Preparing your child for today's world
How do you prepare your to child to navigate safely and confidently in the world, ready to deal with situations and people he or she may encounter?
10 parenting tips to help make the journey a little more effective.
Accept your role as your child's protector and teacher.
The kinds of issues our children are expected to deal with today are complex and often dangerous. Problems like violence, bullying and online predators are commonplace in their world. To protect your son or daughter's emotional and physical well-being, you must learn about these and other tough issues and develop the skills to discuss them effectively.
Teach your child that he/she has the right to be safe.
From the time your child understands words, instill in her the core belief that no one has the right to make her feel threatened or unsafe. This right is non-negotiable and is guaranteed by the United Nations/UNICEF Children's Protections Rights.
Prepare – don't scare – your kids.
It is easy to get overwhelmed with your worries about your child's safety. But research shows that if you contaminate what you are trying to teach with your fears, your child won't remember your message, only that you were scared. Practice using moderate language and a matter-of-fact tone when you discuss sensitive issues. Focus on what your child needs to learn rather than why it upsets you. Share your fears and worries with other adults rather than your children.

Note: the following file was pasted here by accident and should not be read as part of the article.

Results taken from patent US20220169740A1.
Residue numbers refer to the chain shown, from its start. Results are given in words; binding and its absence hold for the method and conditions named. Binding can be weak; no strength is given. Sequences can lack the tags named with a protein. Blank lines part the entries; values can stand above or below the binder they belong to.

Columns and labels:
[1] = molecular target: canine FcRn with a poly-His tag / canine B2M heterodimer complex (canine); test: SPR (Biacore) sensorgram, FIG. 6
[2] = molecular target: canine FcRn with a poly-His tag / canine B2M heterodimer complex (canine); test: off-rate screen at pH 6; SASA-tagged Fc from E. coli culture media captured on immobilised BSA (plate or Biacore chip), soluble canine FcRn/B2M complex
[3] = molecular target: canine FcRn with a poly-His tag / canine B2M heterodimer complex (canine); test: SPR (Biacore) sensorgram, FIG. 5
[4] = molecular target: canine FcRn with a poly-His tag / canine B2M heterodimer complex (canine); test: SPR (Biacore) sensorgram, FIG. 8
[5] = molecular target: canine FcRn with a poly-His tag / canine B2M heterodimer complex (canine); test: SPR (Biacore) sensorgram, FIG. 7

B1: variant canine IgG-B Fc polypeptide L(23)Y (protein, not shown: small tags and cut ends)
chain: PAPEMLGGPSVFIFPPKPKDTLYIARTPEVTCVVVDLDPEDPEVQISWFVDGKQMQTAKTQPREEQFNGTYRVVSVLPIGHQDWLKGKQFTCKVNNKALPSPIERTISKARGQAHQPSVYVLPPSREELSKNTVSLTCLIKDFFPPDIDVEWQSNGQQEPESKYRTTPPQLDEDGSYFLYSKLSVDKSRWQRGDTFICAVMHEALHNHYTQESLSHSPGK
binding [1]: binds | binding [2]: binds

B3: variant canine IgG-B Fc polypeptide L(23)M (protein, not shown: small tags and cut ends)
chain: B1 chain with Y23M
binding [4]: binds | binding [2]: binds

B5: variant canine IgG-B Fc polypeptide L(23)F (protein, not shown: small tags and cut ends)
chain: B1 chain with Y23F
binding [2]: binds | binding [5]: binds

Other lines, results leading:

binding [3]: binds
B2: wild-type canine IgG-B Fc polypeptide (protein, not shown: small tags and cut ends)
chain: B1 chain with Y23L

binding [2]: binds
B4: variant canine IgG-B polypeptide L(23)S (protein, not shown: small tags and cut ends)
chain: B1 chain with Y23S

Help your child say 'no.'
Did you say no to your parents? Do your kids say no to you? Whether or not you grew up with the right to set verbal boundaries with adults in authority, children need to be empowered with the right to say no to anyone who is acting inappropriately, regardless of their position or power. This is a first step in turning "nice" kids, who are compliant in most situations, into "safe and strong" kids, who obey adults unless they feel confused or threatened.
Teach your child to recognize, trust and act on her instincts.
Help your child respond quickly and self-protectively if he or she gets an inner signal that something is not right. It might be a voice in her head that says "Uh-oh, this isn't OK." Or maybe it's a feeling in the pit of his stomach. Regardless of how the warning alarm sounds, the important thing is that your child be taught to listen to it and not rationalizes a person's behavior or wait for the situation to escalate.